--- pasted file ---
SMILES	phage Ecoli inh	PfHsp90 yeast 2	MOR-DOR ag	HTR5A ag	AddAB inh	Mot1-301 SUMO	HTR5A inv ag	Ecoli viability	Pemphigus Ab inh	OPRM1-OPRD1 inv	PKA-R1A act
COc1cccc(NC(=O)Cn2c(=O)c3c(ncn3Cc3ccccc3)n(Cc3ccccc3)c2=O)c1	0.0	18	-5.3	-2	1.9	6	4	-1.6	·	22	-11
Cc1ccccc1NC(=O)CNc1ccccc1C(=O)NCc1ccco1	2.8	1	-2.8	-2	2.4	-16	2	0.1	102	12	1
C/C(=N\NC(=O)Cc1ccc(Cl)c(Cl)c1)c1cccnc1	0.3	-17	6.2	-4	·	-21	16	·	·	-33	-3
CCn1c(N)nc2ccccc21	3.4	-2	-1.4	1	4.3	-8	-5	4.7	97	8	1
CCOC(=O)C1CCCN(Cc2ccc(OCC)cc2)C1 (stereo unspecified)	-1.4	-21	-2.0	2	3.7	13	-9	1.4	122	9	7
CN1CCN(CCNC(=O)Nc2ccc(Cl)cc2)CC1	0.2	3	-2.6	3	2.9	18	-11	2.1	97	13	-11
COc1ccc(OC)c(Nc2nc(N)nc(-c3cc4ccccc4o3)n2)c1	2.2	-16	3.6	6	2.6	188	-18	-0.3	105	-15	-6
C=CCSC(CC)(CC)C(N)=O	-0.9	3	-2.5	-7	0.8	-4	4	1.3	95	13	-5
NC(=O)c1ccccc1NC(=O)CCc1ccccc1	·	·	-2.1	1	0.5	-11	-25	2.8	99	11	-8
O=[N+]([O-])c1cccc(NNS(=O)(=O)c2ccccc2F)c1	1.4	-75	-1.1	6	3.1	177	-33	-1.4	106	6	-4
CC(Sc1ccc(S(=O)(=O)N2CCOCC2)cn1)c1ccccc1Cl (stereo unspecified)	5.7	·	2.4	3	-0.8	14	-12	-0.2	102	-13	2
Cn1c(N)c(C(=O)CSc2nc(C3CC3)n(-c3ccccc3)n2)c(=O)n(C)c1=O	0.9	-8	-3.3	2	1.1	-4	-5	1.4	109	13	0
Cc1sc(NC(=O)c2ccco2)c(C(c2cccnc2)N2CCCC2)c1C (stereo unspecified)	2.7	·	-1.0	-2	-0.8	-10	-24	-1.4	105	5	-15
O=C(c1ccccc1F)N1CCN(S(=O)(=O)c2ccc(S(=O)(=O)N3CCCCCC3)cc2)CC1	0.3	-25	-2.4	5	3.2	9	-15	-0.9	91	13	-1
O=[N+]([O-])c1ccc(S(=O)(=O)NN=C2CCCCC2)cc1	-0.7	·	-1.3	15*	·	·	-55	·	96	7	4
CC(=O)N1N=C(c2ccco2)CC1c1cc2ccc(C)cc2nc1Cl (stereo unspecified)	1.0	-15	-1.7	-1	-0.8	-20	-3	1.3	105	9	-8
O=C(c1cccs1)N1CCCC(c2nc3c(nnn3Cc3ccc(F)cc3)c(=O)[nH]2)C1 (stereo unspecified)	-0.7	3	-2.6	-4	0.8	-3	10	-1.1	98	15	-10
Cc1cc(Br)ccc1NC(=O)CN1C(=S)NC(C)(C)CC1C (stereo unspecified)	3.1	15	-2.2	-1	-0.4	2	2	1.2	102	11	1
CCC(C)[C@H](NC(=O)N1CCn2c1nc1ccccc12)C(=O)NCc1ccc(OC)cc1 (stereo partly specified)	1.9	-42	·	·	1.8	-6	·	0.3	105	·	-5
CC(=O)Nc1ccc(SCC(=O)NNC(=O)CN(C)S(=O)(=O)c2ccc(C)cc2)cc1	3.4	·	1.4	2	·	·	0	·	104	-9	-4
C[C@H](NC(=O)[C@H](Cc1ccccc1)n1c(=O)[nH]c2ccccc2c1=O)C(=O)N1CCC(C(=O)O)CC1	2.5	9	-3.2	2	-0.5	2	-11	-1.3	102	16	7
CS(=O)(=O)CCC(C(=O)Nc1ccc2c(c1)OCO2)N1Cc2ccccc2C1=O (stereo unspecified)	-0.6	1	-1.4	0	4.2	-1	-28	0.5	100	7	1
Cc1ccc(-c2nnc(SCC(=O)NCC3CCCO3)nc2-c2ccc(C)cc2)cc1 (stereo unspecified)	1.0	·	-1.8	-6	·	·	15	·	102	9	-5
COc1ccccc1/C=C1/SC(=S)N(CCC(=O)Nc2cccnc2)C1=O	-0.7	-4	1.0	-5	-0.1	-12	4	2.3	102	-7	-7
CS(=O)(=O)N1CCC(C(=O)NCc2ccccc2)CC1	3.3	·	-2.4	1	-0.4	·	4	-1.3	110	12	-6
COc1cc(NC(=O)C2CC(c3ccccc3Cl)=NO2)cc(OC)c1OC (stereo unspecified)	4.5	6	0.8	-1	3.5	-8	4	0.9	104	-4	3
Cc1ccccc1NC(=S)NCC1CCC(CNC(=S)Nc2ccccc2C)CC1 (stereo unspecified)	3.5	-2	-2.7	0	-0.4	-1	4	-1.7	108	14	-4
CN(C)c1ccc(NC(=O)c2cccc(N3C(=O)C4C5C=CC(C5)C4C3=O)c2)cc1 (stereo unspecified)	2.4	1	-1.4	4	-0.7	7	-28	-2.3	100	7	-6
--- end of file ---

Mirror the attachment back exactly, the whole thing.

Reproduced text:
SMILES	phage Ecoli inh	PfHsp90 yeast 2	MOR-DOR ag	HTR5A ag	AddAB inh	Mot1-301 SUMO	HTR5A inv ag	Ecoli viability	Pemphigus Ab inh	OPRM1-OPRD1 inv	PKA-R1A act
COc1cccc(NC(=O)Cn2c(=O)c3c(ncn3Cc3ccccc3)n(Cc3ccccc3)c2=O)c1	0.0	18	-5.3	-2	1.9	6	4	-1.6	·	22	-11
Cc1ccccc1NC(=O)CNc1ccccc1C(=O)NCc1ccco1	2.8	1	-2.8	-2	2.4	-16	2	0.1	102	12	1
C/C(=N\NC(=O)Cc1ccc(Cl)c(Cl)c1)c1cccnc1	0.3	-17	6.2	-4	·	-21	16	·	·	-33	-3
CCn1c(N)nc2ccccc21	3.4	-2	-1.4	1	4.3	-8	-5	4.7	97	8	1
CCOC(=O)C1CCCN(Cc2ccc(OCC)cc2)C1 (stereo unspecified)	-1.4	-21	-2.0	2	3.7	13	-9	1.4	122	9	7
CN1CCN(CCNC(=O)Nc2ccc(Cl)cc2)CC1	0.2	3	-2.6	3	2.9	18	-11	2.1	97	13	-11
COc1ccc(OC)c(Nc2nc(N)nc(-c3cc4ccccc4o3)n2)c1	2.2	-16	3.6	6	2.6	188	-18	-0.3	105	-15	-6
C=CCSC(CC)(CC)C(N)=O	-0.9	3	-2.5	-7	0.8	-4	4	1.3	95	13	-5
NC(=O)c1ccccc1NC(=O)CCc1ccccc1	·	·	-2.1	1	0.5	-11	-25	2.8	99	11	-8
O=[N+]([O-])c1cccc(NNS(=O)(=O)c2ccccc2F)c1	1.4	-75	-1.1	6	3.1	177	-33	-1.4	106	6	-4
CC(Sc1ccc(S(=O)(=O)N2CCOCC2)cn1)c1ccccc1Cl (stereo unspecified)	5.7	·	2.4	3	-0.8	14	-12	-0.2	102	-13	2
Cn1c(N)c(C(=O)CSc2nc(C3CC3)n(-c3ccccc3)n2)c(=O)n(C)c1=O	0.9	-8	-3.3	2	1.1	-4	-5	1.4	109	13	0
Cc1sc(NC(=O)c2ccco2)c(C(c2cccnc2)N2CCCC2)c1C (stereo unspecified)	2.7	·	-1.0	-2	-0.8	-10	-24	-1.4	105	5	-15
O=C(c1ccccc1F)N1CCN(S(=O)(=O)c2ccc(S(=O)(=O)N3CCCCCC3)cc2)CC1	0.3	-25	-2.4	5	3.2	9	-15	-0.9	91	13	-1
O=[N+]([O-])c1ccc(S(=O)(=O)NN=C2CCCCC2)cc1	-0.7	·	-1.3	15*	·	·	-55	·	96	7	4
CC(=O)N1N=C(c2ccco2)CC1c1cc2ccc(C)cc2nc1Cl (stereo unspecified)	1.0	-15	-1.7	-1	-0.8	-20	-3	1.3	105	9	-8
O=C(c1cccs1)N1CCCC(c2nc3c(nnn3Cc3ccc(F)cc3)c(=O)[nH]2)C1 (stereo unspecified)	-0.7	3	-2.6	-4	0.8	-3	10	-1.1	98	15	-10
Cc1cc(Br)ccc1NC(=O)CN1C(=S)NC(C)(C)CC1C (stereo unspecified)	3.1	15	-2.2	-1	-0.4	2	2	1.2	102	11	1
CCC(C)[C@H](NC(=O)N1CCn2c1nc1ccccc12)C(=O)NCc1ccc(OC)cc1 (stereo partly specified)	1.9	-42	·	·	1.8	-6	·	0.3	105	·	-5
CC(=O)Nc1ccc(SCC(=O)NNC(=O)CN(C)S(=O)(=O)c2ccc(C)cc2)cc1	3.4	·	1.4	2	·	·	0	·	104	-9	-4
C[C@H](NC(=O)[C@H](Cc1ccccc1)n1c(=O)[nH]c2ccccc2c1=O)C(=O)N1CCC(C(=O)O)CC1	2.5	9	-3.2	2	-0.5	2	-11	-1.3	102	16	7
CS(=O)(=O)CCC(C(=O)Nc1ccc2c(c1)OCO2)N1Cc2ccccc2C1=O (stereo unspecified)	-0.6	1	-1.4	0	4.2	-1	-28	0.5	100	7	1
Cc1ccc(-c2nnc(SCC(=O)NCC3CCCO3)nc2-c2ccc(C)cc2)cc1 (stereo unspecified)	1.0	·	-1.8	-6	·	·	15	·	102	9	-5
COc1ccccc1/C=C1/SC(=S)N(CCC(=O)Nc2cccnc2)C1=O	-0.7	-4	1.0	-5	-0.1	-12	4	2.3	102	-7	-7
CS(=O)(=O)N1CCC(C(=O)NCc2ccccc2)CC1	3.3	·	-2.4	1	-0.4	·	4	-1.3	110	12	-6
COc1cc(NC(=O)C2CC(c3ccccc3Cl)=NO2)cc(OC)c1OC (stereo unspecified)	4.5	6	0.8	-1	3.5	-8	4	0.9	104	-4	3
Cc1ccccc1NC(=S)NCC1CCC(CNC(=S)Nc2ccccc2C)CC1 (stereo unspecified)	3.5	-2	-2.7	0	-0.4	-1	4	-1.7	108	14	-4
CN(C)c1ccc(NC(=O)c2cccc(N3C(=O)C4C5C=CC(C5)C4C3=O)c2)cc1 (stereo unspecified)	2.4	1	-1.4	4	-0.7	7	-28	-2.3	100	7	-6